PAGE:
Folklore has it that cachaça was conceived and originally consumed around 400 years ago by slaves who started to drink the liquid that fermented out of the sugar cane plantations. Plantation owners began to serve this liquid to their slaves after noticing its positive effects, such as increased vigor, experienced by the slaves who consumed it.
According to the Brazilian Association of Spirits (ABRABE), Brazil has 4,000 brands of cachaça and the country produces 1 billion liters of the beverage per year. During the last decade cachaça has also gained popularity on an international level. The product is exported to the United States, Japan, Germany, France, Canada, Australia, and several other countries. Exports in 1994 totaled $3.5 million and surpassed exports in 1992 by 33%.
Export markets prefer smaller (unknown) brands instead of domestically popular brands. Nega Fulô, for example, one of the favorite cachaças overseas, exported $1.4 million in 1993.
The renewed popularity of the product has given rise to pirate activity. There are so many illegal versions selling on the streets of Brazil, that Havana, a popular brand made in the north of Minas Gerais, is about to call it quits. Havana is considered to be one of the best cachaças in Brazil. A large part of Havana's appeal is the fact that it is very rare, due to the limited annual production of 600 thousand liters. Havana's proprietor's intention to stop production is due not only to illegal versions, but also to the high taxes imposed on alcohol.
Cachaça is no longer stigmatized as the drink-of-the-poor-masses. The alcoholic beverage now appeals to a trendy, young and upper-class clientele. It is possible to order various cachaça drinks in any of several fashionable Brazilian bars and nightclubs. Some of these concoctions are the Caipitetra (orange, honey, mint and cachaça) and the Granada Brasileira (passion fruit, cream, sugar and cachaça). Nevertheless, cachaça does continue to be purchased by the lower classes, basically due to the potent combination of high alcoholic content and a cheap price.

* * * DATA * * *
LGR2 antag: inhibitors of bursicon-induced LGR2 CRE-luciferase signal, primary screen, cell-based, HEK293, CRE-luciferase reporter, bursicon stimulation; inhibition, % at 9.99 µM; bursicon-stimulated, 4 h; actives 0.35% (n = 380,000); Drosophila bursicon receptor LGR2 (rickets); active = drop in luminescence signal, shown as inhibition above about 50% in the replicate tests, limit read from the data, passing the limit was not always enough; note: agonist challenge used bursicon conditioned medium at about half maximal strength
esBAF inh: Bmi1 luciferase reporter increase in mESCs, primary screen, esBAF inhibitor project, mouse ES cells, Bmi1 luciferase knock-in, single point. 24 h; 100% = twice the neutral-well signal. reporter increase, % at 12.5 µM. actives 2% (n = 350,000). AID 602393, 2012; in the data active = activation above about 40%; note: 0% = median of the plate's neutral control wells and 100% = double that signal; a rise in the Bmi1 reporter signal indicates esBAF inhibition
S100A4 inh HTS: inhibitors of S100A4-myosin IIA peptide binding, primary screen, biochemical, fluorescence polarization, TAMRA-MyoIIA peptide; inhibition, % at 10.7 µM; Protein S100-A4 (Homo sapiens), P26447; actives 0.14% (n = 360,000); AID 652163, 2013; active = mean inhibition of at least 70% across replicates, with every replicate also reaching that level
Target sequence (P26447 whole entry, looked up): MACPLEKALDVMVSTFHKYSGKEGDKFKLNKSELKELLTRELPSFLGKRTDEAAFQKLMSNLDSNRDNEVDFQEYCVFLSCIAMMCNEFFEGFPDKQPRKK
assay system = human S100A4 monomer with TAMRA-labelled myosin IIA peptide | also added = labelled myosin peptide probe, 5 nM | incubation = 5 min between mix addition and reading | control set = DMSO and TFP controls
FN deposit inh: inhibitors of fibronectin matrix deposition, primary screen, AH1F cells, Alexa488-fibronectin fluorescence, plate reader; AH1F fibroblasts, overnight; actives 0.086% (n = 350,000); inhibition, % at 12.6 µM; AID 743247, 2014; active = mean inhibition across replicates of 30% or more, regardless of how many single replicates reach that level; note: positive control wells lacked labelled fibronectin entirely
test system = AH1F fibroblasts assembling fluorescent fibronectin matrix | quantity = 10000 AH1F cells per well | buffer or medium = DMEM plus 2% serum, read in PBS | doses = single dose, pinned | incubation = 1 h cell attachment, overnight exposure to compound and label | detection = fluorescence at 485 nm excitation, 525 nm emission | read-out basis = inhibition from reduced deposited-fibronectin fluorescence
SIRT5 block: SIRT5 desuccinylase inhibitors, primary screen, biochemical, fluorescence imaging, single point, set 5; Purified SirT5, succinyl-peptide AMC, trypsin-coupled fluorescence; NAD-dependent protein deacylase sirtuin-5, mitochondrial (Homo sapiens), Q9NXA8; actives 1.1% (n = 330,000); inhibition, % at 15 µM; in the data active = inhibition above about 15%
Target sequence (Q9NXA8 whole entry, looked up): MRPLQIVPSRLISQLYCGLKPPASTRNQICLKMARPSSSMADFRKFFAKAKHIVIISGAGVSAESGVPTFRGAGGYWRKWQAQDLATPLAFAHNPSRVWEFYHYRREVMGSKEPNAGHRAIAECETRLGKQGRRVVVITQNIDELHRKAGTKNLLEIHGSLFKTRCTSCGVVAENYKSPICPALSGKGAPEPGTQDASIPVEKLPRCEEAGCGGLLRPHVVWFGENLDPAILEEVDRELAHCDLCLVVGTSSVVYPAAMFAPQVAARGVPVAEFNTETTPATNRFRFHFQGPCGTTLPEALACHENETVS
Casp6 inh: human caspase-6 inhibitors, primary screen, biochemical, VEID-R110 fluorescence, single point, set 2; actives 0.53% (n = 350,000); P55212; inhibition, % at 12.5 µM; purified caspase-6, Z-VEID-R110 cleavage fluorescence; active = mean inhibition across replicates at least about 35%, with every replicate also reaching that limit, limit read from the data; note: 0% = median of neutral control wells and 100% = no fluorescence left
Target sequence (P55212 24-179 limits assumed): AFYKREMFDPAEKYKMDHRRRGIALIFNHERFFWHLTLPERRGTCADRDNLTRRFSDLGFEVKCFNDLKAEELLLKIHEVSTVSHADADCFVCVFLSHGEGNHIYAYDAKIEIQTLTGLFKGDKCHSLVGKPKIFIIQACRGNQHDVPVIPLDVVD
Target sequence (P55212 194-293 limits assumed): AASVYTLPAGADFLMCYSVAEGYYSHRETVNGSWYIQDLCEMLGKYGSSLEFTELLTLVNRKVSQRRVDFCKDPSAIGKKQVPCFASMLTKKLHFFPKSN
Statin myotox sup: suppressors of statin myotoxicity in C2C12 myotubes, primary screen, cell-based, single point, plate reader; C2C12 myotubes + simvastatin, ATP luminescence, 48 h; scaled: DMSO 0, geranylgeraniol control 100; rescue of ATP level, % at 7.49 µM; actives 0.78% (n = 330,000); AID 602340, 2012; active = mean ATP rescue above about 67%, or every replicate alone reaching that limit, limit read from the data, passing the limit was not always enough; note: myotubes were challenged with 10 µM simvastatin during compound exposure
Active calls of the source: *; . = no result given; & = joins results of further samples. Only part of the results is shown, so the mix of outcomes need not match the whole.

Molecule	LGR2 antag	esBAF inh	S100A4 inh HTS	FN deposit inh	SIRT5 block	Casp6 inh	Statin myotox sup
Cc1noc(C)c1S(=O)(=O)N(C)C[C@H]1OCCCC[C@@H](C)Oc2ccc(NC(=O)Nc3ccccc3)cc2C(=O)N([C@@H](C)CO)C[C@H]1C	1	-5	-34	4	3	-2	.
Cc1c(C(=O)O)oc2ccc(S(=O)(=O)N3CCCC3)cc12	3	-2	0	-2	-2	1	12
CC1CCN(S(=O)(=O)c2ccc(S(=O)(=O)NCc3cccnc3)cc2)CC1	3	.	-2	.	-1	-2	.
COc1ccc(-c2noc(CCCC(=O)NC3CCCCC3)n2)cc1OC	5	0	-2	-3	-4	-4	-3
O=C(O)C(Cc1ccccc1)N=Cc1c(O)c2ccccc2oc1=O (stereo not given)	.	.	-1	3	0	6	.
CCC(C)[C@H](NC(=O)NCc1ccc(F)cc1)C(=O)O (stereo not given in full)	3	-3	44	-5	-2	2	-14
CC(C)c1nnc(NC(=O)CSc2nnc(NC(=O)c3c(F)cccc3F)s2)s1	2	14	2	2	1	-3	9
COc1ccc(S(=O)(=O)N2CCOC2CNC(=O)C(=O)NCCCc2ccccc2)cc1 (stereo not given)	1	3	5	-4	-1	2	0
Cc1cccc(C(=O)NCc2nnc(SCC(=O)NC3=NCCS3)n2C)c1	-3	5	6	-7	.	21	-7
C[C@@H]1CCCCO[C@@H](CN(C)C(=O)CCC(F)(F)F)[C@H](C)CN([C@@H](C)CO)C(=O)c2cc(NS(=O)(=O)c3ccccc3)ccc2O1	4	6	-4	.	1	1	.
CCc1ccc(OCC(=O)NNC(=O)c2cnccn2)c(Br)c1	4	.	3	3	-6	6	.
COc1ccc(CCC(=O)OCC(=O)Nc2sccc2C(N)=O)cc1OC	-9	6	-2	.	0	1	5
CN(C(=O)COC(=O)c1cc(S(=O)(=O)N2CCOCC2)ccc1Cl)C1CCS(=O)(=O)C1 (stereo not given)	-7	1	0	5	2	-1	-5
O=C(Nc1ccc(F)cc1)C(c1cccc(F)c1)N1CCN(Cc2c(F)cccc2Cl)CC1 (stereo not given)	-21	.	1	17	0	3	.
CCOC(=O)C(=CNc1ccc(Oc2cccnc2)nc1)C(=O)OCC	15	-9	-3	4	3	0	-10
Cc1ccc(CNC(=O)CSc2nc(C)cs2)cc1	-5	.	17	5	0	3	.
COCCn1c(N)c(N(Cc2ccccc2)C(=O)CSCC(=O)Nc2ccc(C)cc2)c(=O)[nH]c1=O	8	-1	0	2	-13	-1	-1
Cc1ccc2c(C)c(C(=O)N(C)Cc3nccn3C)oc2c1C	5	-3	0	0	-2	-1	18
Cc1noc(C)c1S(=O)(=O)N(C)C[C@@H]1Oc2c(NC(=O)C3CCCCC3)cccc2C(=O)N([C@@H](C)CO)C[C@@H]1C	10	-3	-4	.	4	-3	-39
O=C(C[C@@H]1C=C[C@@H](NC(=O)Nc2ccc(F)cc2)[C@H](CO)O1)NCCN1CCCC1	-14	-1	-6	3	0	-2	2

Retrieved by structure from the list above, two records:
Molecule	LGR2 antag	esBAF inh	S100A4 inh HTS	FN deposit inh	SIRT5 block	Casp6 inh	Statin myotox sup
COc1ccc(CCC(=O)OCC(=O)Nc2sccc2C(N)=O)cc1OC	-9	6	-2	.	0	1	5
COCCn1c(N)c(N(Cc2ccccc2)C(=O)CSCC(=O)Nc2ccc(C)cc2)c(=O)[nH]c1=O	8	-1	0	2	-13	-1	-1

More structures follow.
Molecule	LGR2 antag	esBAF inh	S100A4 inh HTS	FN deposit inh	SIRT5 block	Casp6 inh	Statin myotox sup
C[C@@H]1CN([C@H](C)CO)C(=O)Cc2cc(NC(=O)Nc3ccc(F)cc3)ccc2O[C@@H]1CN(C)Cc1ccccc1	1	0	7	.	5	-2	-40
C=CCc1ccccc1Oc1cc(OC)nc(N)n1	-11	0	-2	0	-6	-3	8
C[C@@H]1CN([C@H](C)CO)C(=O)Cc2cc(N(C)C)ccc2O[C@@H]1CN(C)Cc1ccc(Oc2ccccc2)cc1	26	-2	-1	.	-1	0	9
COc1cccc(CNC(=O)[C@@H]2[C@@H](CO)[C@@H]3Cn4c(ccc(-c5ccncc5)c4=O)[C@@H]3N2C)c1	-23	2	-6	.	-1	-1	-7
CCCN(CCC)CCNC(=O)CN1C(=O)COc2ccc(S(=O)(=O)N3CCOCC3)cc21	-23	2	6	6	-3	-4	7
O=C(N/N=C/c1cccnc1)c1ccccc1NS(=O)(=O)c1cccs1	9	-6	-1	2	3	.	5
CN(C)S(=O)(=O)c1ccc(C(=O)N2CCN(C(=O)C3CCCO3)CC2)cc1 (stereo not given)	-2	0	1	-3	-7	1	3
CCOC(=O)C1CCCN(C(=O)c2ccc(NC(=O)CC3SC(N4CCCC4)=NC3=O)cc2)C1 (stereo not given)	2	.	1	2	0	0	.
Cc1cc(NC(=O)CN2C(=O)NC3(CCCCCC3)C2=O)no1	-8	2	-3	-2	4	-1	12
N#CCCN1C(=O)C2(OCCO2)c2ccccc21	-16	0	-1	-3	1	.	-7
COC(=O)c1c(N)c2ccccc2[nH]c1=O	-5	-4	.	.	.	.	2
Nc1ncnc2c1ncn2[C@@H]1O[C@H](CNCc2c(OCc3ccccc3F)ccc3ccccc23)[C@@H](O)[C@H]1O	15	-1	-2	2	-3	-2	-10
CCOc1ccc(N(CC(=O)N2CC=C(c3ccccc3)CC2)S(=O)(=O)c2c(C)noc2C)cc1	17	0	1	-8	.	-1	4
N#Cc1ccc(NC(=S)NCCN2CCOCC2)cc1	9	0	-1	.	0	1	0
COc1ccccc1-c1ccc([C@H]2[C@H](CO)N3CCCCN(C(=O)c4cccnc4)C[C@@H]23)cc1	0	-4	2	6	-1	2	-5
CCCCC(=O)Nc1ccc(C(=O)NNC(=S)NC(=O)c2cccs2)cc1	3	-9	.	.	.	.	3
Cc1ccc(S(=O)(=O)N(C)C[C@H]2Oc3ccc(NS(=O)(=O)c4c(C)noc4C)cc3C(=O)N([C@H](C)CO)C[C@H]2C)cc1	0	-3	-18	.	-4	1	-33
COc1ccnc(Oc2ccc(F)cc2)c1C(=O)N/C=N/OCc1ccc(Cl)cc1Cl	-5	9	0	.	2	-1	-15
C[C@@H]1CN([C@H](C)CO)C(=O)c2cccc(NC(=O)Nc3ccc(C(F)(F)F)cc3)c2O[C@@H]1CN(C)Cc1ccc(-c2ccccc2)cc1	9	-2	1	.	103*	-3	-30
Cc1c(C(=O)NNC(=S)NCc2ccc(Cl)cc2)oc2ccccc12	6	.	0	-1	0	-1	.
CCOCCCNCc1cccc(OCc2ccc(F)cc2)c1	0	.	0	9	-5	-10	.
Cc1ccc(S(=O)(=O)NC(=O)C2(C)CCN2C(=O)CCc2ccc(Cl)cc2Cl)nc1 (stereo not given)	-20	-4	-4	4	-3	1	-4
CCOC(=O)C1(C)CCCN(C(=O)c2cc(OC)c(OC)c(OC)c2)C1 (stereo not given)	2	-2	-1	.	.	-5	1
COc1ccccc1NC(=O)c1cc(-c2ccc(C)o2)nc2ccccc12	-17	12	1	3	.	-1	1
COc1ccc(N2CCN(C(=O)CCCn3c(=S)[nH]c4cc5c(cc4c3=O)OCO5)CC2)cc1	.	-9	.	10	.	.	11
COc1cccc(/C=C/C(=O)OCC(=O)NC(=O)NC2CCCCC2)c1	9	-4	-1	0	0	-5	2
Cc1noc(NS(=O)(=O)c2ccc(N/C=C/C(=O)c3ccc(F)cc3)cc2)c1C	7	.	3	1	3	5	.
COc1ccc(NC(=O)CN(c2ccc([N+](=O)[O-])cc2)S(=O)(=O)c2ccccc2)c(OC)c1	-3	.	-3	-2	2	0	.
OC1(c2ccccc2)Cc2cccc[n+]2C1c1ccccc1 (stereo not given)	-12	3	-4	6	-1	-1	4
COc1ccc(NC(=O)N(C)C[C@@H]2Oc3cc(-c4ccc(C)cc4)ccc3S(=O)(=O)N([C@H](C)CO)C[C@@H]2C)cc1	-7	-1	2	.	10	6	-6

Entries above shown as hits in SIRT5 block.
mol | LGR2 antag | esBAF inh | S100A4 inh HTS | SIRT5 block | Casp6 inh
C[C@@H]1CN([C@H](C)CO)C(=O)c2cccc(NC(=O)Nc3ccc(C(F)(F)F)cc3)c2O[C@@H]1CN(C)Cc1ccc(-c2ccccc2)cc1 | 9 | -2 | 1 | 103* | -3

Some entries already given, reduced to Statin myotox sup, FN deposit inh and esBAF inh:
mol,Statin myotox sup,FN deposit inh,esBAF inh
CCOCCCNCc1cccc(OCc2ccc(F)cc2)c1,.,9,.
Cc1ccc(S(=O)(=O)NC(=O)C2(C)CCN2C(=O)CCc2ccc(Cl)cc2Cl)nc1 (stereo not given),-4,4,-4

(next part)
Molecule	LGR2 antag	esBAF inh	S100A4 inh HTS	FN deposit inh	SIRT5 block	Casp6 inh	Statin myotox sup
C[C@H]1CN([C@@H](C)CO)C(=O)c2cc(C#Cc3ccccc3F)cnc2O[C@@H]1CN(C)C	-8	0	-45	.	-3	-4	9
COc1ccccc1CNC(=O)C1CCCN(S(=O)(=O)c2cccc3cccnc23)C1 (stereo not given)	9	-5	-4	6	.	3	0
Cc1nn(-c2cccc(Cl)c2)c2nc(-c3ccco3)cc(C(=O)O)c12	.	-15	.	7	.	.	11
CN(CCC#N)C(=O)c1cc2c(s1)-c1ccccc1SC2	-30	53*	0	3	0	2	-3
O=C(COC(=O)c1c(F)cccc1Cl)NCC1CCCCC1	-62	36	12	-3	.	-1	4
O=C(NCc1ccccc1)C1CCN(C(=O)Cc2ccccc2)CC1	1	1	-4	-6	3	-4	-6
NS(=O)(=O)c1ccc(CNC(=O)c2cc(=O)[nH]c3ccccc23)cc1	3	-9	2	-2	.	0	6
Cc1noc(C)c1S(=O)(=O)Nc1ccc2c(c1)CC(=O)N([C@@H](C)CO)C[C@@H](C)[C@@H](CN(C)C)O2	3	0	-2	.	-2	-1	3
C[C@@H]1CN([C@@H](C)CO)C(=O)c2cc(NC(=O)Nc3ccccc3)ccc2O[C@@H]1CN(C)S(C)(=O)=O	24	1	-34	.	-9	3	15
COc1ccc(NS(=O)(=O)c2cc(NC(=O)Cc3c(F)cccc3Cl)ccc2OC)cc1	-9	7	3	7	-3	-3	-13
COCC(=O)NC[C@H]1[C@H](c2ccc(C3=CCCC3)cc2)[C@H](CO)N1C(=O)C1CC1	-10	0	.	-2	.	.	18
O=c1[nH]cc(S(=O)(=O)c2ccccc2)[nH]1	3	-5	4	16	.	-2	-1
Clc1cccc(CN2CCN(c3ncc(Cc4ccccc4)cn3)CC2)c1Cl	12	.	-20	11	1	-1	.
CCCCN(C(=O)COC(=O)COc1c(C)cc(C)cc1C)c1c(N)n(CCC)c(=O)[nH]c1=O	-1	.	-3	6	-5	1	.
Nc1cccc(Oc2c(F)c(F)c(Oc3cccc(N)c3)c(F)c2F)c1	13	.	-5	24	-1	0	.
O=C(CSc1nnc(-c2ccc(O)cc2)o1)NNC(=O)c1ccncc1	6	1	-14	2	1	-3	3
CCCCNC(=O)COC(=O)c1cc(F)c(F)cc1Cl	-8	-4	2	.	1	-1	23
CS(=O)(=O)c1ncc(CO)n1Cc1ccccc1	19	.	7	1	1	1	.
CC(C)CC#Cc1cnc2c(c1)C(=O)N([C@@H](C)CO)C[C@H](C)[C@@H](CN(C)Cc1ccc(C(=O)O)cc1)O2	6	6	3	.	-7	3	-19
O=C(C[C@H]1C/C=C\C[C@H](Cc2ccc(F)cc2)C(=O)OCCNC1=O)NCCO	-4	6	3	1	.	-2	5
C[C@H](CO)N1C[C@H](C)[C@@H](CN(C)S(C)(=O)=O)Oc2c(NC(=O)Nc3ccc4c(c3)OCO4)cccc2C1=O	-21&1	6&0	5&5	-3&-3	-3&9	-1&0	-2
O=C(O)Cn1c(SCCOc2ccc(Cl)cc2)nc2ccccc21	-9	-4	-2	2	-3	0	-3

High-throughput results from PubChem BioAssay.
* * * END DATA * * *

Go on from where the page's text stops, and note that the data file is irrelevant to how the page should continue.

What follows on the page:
The English magazine Drinks International ranks cachaça (primarily the brand Pirassununga 51) among the five most consumed distilled liquors in the world. Pirassununga 51 is produced in Pirassununga in the state of São Paulo. Pirassununga sold 206 million liters in 1993, and 200 million liters in 1994, whereas the world-wide rum producer Bacardi sold 180 million liters in 1993. A large portion of cachaça sales are made to Brazilians who consume, on average, two billion liters of cachaça per year, what translates into 13 liters for each man, woman and child in the country.
Brazil's metropolitan state of São Paulo is the heart of the production, distribution and consumption of cachaça. Two brands, Caninha 51 and Velho Barreiro, dominate the market share of this southern state. Caninha 51 has 27.7% of the national market share whereas Velho Barreiro is slightly lower at 10%.
During 1994, approximately $89 million was spent on advertisement by the major producers and distributors of cachaça. The advertisement is very state-specific. Research and development funds are set aside for marketing that is designed to capture the current trends, styles and attitudes accepted and displayed by each of Brazil's states.
For instance, São Paulo's brand Caninha 51's advertisement includes billboards which feature the TV comedian and, its spokesperson, Chico Anysio. Movie theater trailer ads show Chico Anysio in the roles of a drunk, a politician and a Don Juan, each enjoying Caninha 51 appropriately (according to the personality of the character).
Caninha 51's movie theater trailer ads are filmed differently for the audiences of smaller Brazilian towns. The ads still feature Chico Anysio, but this time the comedian discusses benefits of the drink, in addition to its taste, such as its practical packaging and the clear color of the liquid.
Walter Guelfi, the VP of Lage & Magy, the agency in charge of the advertisement for Caninha 51, says that the tailor-made-by-state ads have been instrumental in helping Caninha 51 gain and retain market share. The Lage & Magy agency's new advertising campaign is called Agent 51. The Agent 51 ad places employees of the advertisement agency in various bars throughout the state of Paraná.